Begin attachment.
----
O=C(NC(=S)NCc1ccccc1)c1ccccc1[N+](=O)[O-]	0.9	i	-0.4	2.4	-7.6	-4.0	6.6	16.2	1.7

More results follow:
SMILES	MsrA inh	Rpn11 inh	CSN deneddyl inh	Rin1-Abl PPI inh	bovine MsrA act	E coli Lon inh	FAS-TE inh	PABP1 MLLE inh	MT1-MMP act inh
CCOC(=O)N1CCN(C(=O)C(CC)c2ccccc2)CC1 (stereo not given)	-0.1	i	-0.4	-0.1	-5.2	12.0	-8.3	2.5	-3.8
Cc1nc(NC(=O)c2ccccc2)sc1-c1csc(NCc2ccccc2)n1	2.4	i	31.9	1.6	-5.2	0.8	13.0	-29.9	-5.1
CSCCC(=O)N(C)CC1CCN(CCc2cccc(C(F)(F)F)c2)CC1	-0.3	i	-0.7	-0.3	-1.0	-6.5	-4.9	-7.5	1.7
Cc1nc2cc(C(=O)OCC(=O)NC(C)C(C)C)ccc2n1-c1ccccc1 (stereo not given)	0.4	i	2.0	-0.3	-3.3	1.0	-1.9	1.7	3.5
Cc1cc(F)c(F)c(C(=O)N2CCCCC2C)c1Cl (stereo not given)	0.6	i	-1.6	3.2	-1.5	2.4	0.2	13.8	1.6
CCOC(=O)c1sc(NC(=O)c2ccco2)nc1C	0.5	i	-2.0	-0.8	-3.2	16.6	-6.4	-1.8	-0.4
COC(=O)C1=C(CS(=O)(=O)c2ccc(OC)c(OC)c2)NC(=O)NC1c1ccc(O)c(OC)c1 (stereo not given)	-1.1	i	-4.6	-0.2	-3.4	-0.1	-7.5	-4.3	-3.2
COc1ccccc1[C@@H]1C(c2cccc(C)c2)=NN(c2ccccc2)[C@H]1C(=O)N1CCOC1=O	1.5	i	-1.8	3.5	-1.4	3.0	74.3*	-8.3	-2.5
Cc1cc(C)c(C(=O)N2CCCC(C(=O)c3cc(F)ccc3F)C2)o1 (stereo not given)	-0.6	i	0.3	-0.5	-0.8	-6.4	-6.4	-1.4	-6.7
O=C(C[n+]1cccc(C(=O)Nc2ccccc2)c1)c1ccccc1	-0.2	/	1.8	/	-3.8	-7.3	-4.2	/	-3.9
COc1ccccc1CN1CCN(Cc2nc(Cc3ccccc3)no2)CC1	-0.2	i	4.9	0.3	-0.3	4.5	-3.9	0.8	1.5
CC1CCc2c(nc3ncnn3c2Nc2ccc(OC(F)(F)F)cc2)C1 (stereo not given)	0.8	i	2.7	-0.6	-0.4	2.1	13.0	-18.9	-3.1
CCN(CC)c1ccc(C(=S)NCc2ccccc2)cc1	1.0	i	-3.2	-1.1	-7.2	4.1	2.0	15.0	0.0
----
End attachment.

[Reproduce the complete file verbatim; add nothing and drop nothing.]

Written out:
O=C(NC(=S)NCc1ccccc1)c1ccccc1[N+](=O)[O-]	0.9	i	-0.4	2.4	-7.6	-4.0	6.6	16.2	1.7

More results follow:
SMILES	MsrA inh	Rpn11 inh	CSN deneddyl inh	Rin1-Abl PPI inh	bovine MsrA act	E coli Lon inh	FAS-TE inh	PABP1 MLLE inh	MT1-MMP act inh
CCOC(=O)N1CCN(C(=O)C(CC)c2ccccc2)CC1 (stereo not given)	-0.1	i	-0.4	-0.1	-5.2	12.0	-8.3	2.5	-3.8
Cc1nc(NC(=O)c2ccccc2)sc1-c1csc(NCc2ccccc2)n1	2.4	i	31.9	1.6	-5.2	0.8	13.0	-29.9	-5.1
CSCCC(=O)N(C)CC1CCN(CCc2cccc(C(F)(F)F)c2)CC1	-0.3	i	-0.7	-0.3	-1.0	-6.5	-4.9	-7.5	1.7
Cc1nc2cc(C(=O)OCC(=O)NC(C)C(C)C)ccc2n1-c1ccccc1 (stereo not given)	0.4	i	2.0	-0.3	-3.3	1.0	-1.9	1.7	3.5
Cc1cc(F)c(F)c(C(=O)N2CCCCC2C)c1Cl (stereo not given)	0.6	i	-1.6	3.2	-1.5	2.4	0.2	13.8	1.6
CCOC(=O)c1sc(NC(=O)c2ccco2)nc1C	0.5	i	-2.0	-0.8	-3.2	16.6	-6.4	-1.8	-0.4
COC(=O)C1=C(CS(=O)(=O)c2ccc(OC)c(OC)c2)NC(=O)NC1c1ccc(O)c(OC)c1 (stereo not given)	-1.1	i	-4.6	-0.2	-3.4	-0.1	-7.5	-4.3	-3.2
COc1ccccc1[C@@H]1C(c2cccc(C)c2)=NN(c2ccccc2)[C@H]1C(=O)N1CCOC1=O	1.5	i	-1.8	3.5	-1.4	3.0	74.3*	-8.3	-2.5
Cc1cc(C)c(C(=O)N2CCCC(C(=O)c3cc(F)ccc3F)C2)o1 (stereo not given)	-0.6	i	0.3	-0.5	-0.8	-6.4	-6.4	-1.4	-6.7
O=C(C[n+]1cccc(C(=O)Nc2ccccc2)c1)c1ccccc1	-0.2	/	1.8	/	-3.8	-7.3	-4.2	/	-3.9
COc1ccccc1CN1CCN(Cc2nc(Cc3ccccc3)no2)CC1	-0.2	i	4.9	0.3	-0.3	4.5	-3.9	0.8	1.5
CC1CCc2c(nc3ncnn3c2Nc2ccc(OC(F)(F)F)cc2)C1 (stereo not given)	0.8	i	2.7	-0.6	-0.4	2.1	13.0	-18.9	-3.1
CCN(CC)c1ccc(C(=S)NCc2ccccc2)cc1	1.0	i	-3.2	-1.1	-7.2	4.1	2.0	15.0	0.0